Bowie Bandstand in Beckenham Listed on Festival’s 50th anniversary

Published Friday, 16 August 2019

The historic bandstand in south London where David Bowie performed at the Growth Summer Festival 50 years ago today (16 August) has been listed at Grade II.

The historic bandstand in south London where David Bowie performed at the Growth Summer Festival 50 years ago today (16 August) has been listed at Grade II by the Department for Digital, Culture, Media and Sport on the advice of Historic England.

  • Historic bandstand in Croydon Recreation Ground, London, is listed at Grade II
  • Bandstand was centrepiece for Growth Summer Festival which David Bowie helped to organise, compere and perform at 50 years ago today
  • Bandstand’s striking design is thought to be the only surviving example from the McCallum and Hope Iron Foundry in the country 

Is there life on Mars?

David Bowie was one of the most influential musicians of the 20th century, with a career spanning nearly 50 years. Although born in Brixton, at eight years old Bowie moved to Bromley with his family and as an adult he lodged on Foxgrove Road in nearby Beckenham with Mary Finnigan, his landlady and later his lover.

Soon after his first hit single Space Oddity, Bowie and friends organised the iconic Growth Summer Festival in August 1969. The hope was to raise money for a permanent base for his and Finnigan’s Beckenham Arts Lab project, which began life as a folk club in the backroom of the nearby Three Tuns pub.

The one day festival was free, emulating Woodstock’s style and feel with its emphasis on freedom of expression for artists and musicians. The bandstand was the centrepiece of the day and the stage from which the young Bowie performed to an audience of a few hundred people.

Thought to be the first of its kind in the UK, the festival inspired Bowie to write Memory of a Free Festival, a seven minute song for his second album released later that same year, in homage to the day.

Bowie spent some of his most creative early years in Beckenham, with his landlady Mary Finnigan claiming he composed many songs whilst living under her roof. It has even been suggested that Bowie may have penned the lyrics to Life on Mars from the steps of the bandstand. Today it is known and loved locally as the Bowie Bandstand.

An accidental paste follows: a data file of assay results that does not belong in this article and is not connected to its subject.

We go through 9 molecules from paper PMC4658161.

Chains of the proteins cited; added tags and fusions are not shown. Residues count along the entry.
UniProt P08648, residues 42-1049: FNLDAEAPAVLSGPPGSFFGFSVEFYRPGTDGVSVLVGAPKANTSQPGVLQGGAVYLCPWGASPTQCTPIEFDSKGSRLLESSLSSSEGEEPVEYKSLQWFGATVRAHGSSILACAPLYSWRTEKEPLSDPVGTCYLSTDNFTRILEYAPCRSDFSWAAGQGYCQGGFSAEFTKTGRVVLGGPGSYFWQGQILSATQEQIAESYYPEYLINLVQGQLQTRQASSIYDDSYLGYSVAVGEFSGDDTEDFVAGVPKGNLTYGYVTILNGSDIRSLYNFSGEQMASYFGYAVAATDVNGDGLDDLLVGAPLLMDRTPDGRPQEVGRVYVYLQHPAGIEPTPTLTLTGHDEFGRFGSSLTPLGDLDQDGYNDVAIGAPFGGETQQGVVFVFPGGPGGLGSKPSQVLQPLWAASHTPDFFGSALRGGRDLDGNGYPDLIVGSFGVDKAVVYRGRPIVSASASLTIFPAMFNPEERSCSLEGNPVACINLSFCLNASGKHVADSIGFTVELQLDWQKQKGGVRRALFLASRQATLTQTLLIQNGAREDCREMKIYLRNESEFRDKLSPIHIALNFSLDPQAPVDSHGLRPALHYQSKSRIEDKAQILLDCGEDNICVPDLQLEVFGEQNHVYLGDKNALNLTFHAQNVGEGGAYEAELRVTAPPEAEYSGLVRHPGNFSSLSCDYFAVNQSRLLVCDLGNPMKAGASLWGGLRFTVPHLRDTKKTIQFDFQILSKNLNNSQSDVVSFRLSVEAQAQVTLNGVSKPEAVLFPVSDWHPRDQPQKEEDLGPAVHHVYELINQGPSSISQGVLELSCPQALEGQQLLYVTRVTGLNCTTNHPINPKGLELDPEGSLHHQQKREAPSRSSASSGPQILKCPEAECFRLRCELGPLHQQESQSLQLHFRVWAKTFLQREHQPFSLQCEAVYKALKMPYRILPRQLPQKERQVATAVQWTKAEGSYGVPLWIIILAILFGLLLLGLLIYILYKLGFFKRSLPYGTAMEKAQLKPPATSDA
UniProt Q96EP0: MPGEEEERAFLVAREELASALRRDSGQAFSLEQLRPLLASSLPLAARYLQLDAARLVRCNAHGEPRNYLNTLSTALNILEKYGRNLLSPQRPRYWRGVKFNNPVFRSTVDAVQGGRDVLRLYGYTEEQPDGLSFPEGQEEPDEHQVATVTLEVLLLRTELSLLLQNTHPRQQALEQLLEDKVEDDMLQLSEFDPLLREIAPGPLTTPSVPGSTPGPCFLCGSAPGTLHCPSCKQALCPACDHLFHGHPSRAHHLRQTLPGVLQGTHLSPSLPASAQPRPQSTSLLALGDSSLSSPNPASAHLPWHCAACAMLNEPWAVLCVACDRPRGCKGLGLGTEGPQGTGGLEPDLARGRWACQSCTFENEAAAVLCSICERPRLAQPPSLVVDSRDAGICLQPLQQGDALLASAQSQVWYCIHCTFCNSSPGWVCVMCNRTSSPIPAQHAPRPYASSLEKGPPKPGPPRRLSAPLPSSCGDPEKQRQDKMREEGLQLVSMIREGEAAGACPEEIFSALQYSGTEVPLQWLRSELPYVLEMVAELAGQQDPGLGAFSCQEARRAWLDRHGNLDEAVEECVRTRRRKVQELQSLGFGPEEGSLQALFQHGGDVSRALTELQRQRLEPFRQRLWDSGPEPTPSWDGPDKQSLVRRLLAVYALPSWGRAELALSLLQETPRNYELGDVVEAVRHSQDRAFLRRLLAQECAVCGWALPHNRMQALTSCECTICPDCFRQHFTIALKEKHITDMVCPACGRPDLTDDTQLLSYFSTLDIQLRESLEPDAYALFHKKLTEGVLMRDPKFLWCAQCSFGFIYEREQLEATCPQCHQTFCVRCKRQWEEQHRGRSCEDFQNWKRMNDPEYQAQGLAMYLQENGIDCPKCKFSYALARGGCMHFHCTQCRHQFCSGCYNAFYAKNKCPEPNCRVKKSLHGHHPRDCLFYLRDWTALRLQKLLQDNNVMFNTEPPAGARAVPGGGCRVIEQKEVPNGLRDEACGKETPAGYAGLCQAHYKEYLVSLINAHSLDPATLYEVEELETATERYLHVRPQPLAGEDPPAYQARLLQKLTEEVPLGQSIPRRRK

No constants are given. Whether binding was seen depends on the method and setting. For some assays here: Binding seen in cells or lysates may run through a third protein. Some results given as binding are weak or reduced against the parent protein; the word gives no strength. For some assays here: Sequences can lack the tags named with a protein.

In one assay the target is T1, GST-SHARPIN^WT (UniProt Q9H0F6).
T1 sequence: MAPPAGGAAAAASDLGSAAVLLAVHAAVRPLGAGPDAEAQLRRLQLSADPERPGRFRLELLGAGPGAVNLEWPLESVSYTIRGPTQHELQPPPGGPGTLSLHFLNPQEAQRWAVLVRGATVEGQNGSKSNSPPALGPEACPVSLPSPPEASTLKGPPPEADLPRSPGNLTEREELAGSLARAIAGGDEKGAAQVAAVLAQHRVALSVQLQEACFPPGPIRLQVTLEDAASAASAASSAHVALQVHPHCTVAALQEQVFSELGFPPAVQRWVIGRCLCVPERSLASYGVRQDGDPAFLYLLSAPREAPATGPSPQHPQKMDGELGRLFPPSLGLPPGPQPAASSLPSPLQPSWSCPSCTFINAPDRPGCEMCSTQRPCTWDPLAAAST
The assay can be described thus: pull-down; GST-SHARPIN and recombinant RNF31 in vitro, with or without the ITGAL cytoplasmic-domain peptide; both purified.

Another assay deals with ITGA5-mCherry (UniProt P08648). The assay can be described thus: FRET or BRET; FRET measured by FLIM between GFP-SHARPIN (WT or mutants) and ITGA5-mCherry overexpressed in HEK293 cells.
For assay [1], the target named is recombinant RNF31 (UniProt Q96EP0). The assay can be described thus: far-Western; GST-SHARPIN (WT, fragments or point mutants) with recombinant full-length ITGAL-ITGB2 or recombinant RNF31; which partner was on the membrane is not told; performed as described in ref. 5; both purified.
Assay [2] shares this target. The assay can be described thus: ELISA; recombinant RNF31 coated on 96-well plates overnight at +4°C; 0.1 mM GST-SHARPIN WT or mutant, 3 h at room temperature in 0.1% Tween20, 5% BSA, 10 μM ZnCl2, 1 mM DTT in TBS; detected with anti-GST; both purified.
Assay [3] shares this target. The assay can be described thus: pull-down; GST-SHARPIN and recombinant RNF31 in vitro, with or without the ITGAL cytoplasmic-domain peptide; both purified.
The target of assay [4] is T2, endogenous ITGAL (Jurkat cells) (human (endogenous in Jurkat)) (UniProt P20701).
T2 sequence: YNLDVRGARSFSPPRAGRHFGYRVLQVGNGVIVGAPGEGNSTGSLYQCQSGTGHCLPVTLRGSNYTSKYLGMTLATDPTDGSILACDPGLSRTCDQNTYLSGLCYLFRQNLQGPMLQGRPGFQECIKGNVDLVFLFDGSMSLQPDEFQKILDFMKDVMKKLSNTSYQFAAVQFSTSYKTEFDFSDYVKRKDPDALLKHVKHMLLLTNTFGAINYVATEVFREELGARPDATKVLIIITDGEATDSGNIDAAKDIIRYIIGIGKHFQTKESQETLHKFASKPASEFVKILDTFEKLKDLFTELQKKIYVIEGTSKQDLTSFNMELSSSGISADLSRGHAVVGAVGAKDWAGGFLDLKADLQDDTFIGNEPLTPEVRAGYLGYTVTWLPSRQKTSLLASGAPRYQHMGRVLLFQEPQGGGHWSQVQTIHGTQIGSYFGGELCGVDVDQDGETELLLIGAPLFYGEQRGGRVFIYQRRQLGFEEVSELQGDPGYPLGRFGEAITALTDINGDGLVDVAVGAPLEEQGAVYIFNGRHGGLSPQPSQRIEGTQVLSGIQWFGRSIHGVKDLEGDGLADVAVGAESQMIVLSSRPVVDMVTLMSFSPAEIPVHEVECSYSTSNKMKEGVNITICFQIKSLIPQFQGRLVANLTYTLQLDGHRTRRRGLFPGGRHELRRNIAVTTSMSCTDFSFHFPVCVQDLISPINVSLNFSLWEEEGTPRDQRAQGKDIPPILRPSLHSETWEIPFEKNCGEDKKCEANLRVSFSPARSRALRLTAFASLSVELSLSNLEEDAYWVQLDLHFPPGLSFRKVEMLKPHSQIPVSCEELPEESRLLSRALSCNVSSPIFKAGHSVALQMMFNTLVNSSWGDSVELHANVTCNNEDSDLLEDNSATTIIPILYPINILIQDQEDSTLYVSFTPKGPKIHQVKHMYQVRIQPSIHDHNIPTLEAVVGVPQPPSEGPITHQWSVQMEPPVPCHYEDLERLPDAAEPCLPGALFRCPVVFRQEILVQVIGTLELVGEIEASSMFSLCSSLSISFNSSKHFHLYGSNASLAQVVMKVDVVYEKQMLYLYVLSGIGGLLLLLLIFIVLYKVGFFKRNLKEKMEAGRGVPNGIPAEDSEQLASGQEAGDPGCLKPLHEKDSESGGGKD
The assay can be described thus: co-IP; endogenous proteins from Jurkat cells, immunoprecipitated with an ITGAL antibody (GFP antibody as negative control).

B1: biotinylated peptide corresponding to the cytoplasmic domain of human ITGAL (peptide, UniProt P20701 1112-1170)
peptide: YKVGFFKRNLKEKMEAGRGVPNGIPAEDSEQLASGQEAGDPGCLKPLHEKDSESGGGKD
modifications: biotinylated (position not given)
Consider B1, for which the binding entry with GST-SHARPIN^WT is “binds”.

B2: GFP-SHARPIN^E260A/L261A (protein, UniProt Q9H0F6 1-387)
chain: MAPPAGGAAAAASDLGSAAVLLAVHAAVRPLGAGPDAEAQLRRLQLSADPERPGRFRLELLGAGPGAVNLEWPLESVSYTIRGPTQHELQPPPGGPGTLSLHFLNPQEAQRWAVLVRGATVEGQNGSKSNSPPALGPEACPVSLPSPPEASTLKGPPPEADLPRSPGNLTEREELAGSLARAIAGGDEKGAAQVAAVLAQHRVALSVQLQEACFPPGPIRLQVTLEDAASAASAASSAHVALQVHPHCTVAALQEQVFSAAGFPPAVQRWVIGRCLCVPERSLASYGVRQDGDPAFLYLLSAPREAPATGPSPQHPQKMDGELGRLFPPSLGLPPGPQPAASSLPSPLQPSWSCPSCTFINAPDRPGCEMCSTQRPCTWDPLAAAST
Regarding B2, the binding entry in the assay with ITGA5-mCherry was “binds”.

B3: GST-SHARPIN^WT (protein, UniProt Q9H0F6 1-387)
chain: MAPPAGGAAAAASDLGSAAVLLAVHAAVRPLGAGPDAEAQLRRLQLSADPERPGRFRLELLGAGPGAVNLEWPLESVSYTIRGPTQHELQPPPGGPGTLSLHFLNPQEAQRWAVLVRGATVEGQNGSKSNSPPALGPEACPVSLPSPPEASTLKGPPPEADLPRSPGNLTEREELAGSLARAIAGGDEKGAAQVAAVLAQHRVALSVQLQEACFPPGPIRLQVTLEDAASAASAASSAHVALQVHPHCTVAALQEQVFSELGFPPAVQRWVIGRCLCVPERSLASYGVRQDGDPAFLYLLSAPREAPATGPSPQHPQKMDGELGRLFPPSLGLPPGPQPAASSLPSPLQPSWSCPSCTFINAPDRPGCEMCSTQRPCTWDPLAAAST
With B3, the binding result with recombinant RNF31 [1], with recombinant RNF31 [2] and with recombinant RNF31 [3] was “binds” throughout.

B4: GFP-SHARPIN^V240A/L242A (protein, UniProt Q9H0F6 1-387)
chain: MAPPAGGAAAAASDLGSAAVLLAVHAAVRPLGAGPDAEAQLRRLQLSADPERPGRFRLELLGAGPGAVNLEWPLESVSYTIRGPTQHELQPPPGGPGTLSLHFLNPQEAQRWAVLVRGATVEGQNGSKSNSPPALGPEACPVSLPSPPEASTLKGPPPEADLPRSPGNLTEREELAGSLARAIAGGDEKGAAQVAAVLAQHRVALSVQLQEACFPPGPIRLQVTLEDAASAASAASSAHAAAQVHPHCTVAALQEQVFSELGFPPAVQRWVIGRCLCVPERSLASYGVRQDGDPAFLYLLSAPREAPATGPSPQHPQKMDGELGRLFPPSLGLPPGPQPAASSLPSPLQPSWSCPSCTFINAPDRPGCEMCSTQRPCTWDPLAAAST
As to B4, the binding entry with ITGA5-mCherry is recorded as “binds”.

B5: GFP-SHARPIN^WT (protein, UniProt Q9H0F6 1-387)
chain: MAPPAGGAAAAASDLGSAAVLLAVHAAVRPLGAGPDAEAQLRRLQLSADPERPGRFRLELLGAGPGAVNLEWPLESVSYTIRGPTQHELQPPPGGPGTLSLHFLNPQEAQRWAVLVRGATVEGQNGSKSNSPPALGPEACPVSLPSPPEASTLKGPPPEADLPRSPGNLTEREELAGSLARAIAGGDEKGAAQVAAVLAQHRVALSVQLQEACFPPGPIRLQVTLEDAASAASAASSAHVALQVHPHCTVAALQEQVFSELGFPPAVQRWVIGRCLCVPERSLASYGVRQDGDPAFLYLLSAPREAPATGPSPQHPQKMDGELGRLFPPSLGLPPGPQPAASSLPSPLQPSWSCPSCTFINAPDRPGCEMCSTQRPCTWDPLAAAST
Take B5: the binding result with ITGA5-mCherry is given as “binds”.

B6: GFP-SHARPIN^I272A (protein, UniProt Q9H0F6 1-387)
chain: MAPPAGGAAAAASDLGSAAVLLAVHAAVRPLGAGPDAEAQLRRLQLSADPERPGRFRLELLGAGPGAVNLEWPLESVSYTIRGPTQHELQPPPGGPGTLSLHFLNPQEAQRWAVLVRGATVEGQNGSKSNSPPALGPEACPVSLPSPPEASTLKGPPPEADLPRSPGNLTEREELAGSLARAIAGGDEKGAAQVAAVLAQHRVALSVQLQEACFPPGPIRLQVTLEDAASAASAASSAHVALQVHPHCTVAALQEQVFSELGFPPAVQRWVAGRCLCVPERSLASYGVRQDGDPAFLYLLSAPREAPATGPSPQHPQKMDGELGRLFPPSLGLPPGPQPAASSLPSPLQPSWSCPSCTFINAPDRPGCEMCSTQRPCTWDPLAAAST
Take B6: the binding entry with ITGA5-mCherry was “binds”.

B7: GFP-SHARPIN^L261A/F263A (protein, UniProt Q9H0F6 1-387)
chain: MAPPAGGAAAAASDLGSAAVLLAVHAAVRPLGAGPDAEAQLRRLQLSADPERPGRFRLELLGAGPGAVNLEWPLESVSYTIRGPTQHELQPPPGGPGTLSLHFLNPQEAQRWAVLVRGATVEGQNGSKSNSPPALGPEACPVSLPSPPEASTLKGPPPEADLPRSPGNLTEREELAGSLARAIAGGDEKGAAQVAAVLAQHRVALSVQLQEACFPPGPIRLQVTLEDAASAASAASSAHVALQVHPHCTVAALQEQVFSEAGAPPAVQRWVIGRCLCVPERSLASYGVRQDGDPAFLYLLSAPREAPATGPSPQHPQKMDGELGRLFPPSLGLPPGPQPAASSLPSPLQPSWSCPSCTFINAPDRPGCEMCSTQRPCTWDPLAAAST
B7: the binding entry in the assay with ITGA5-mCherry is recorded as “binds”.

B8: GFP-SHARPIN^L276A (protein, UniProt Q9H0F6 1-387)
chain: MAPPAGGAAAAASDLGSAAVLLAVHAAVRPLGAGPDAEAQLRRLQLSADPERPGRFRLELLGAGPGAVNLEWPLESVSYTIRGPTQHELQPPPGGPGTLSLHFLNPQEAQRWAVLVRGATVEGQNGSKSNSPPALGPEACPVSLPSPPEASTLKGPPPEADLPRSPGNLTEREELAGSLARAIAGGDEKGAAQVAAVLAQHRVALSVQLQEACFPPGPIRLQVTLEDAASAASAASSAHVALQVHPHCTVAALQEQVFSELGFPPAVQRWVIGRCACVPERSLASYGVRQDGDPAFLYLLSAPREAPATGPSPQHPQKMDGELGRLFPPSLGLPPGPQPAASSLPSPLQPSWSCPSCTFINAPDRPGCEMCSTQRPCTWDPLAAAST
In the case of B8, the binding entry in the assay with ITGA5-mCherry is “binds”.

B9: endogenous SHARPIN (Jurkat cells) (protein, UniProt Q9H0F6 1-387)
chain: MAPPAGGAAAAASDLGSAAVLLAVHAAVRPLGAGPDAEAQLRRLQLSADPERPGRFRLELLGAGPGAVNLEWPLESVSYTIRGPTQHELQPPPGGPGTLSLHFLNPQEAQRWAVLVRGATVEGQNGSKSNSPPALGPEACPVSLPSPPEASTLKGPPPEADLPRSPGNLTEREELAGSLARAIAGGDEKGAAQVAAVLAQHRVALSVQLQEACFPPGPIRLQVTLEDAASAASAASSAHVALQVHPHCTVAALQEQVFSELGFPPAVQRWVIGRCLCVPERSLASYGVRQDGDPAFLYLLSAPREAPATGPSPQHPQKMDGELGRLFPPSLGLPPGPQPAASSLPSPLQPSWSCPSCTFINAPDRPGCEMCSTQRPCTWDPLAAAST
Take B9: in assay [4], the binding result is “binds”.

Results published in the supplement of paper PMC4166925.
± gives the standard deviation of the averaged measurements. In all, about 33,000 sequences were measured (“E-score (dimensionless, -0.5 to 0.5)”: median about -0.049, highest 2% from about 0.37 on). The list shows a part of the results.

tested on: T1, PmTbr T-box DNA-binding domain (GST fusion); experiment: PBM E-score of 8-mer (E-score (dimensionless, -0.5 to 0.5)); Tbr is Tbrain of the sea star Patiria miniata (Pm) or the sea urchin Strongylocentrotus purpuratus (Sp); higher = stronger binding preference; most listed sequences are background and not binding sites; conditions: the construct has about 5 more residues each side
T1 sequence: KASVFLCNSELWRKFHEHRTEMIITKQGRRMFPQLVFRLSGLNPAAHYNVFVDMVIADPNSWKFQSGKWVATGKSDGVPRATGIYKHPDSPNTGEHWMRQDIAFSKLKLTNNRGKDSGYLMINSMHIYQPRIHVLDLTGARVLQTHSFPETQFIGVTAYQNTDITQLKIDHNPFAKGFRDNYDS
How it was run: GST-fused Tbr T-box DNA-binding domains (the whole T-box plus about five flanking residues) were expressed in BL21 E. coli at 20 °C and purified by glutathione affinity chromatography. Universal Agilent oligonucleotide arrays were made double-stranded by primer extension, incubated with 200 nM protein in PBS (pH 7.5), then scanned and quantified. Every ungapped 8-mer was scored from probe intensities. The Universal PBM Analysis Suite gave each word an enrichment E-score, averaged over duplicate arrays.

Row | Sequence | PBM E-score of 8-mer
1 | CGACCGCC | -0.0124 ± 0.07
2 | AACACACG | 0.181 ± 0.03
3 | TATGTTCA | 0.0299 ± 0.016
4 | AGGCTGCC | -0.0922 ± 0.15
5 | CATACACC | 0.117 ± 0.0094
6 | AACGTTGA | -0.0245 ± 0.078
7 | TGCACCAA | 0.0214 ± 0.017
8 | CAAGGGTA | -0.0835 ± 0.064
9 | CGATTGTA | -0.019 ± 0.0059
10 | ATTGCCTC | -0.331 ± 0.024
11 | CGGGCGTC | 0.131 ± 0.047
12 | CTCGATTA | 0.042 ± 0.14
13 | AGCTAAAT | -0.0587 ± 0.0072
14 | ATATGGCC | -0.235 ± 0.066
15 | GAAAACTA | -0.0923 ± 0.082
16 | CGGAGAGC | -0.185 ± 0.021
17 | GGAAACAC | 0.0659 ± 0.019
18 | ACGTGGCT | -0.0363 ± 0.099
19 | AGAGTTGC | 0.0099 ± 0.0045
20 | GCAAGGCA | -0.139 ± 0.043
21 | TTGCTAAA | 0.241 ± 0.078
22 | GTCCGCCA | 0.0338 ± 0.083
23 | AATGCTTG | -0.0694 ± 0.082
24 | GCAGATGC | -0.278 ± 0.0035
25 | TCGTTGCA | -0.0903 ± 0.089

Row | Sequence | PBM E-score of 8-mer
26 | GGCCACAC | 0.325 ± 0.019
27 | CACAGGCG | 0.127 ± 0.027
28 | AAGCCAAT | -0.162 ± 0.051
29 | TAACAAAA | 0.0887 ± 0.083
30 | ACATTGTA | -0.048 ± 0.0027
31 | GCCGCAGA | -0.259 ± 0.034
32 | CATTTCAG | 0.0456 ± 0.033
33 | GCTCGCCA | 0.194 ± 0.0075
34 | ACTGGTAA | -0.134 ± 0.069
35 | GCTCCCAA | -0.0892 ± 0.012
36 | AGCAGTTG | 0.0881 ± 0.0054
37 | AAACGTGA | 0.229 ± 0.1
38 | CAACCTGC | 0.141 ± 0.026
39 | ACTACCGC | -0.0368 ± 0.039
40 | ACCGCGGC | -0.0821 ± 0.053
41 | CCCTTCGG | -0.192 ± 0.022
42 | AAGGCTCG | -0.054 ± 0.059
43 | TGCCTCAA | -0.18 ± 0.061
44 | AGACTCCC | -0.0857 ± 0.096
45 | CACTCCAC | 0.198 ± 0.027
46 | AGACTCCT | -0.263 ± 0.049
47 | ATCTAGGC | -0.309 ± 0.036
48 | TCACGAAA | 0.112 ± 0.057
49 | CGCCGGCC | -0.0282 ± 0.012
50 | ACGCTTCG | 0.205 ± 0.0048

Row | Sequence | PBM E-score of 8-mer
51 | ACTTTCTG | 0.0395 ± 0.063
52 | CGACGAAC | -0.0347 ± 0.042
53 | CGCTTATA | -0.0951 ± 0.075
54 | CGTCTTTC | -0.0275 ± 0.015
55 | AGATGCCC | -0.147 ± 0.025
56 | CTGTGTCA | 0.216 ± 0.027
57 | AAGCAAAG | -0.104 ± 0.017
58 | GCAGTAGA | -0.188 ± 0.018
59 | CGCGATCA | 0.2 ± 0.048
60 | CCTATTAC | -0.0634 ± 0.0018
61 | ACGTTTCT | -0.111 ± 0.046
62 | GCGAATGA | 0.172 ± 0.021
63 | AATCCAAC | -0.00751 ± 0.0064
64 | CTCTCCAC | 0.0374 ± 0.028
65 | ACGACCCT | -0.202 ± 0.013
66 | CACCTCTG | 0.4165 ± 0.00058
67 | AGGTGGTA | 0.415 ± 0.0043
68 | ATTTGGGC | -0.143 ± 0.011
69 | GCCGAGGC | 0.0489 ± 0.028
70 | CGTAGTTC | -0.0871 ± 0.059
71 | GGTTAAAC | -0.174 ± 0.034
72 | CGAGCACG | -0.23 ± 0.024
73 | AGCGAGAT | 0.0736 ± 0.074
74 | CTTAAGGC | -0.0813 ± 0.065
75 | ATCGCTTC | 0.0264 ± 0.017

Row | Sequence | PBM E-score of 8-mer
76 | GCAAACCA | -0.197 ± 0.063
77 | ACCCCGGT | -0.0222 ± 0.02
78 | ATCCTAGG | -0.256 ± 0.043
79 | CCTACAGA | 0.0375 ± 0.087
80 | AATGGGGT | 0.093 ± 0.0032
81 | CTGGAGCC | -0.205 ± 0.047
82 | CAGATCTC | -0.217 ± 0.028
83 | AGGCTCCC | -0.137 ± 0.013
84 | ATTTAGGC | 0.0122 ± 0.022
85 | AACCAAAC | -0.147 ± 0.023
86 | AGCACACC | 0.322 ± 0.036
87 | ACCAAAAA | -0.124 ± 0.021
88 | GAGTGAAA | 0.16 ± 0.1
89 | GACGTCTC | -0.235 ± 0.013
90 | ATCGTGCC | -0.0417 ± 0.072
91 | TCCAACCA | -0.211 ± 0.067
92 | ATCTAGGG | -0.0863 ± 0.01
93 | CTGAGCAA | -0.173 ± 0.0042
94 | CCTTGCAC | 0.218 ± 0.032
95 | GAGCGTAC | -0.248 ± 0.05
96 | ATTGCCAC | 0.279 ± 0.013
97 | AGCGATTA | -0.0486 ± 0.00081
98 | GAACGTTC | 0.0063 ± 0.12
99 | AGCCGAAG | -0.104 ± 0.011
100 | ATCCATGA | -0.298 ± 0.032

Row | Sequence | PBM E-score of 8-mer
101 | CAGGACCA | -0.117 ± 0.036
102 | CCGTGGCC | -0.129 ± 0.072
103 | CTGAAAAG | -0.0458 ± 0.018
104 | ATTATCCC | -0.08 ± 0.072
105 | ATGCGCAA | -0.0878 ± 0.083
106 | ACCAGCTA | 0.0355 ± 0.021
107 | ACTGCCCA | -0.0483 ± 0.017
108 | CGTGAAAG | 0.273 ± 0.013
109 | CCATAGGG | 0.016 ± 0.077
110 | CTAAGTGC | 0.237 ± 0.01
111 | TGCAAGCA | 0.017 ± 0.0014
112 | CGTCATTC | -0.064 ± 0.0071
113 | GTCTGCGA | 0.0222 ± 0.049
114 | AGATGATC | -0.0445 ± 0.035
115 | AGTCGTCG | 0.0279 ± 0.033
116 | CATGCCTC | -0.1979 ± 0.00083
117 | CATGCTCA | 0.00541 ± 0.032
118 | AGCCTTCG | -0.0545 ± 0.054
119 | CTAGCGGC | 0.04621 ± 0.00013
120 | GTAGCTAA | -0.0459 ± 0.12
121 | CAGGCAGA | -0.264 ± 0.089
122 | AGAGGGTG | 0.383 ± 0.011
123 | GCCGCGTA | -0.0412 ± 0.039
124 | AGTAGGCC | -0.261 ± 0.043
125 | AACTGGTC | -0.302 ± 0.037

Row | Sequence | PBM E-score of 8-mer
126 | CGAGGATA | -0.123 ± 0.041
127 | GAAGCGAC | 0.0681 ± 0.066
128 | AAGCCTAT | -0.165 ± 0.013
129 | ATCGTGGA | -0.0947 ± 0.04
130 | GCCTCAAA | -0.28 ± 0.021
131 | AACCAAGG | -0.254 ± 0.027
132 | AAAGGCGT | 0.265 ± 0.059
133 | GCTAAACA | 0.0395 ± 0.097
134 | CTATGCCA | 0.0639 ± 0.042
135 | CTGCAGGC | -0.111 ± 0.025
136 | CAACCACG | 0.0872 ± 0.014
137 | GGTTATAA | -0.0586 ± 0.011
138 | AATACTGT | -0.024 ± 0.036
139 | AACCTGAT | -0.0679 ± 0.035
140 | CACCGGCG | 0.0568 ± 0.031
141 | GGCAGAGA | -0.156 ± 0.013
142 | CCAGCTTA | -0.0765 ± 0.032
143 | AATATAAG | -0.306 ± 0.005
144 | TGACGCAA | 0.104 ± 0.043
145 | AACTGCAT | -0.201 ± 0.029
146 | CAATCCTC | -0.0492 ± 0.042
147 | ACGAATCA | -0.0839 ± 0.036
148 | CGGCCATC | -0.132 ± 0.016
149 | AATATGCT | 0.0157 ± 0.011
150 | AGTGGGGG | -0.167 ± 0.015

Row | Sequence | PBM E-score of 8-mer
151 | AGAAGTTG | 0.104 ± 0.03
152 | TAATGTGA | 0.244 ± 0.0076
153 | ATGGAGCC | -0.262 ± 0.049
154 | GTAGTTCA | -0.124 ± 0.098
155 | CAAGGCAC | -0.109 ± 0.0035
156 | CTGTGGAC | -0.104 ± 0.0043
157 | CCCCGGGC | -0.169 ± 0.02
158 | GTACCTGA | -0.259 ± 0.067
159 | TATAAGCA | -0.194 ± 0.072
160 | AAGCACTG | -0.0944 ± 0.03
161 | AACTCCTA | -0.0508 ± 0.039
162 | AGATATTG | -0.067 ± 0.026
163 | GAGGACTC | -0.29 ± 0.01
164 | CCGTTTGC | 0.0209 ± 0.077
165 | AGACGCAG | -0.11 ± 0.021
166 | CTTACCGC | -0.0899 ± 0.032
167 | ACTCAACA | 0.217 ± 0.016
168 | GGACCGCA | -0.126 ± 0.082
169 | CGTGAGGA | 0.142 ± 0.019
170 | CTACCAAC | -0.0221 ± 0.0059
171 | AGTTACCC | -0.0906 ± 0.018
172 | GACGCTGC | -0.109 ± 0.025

Heritage Minister Rebecca Pow said: “David Bowie is a cultural icon and 50 years on from his performance at the ‘Bowie Bandstand’ in Beckenham it is right that we remember his influence on music and culture in this way. Our country's music industry is a huge success story and artists like David Bowie will always play an important role in how the rest of the world views the UK, helping us to attract millions of visitors each year to experience and enjoy our rich history and culture."

Duncan Wilson, Chief Executive of Historic England said: “Walking past this typical yet characterful bandstand, you probably wouldn’t expect it was once the stage for a young man who would become one of the most iconic musicians of the 20th century. It is a rare survival from a historic iron foundry in its own right, but its significance as a site that inspired David Bowie shows us how powerful our historic places can be and how important it is that we protect them so they will continue to inspire people for years to come.”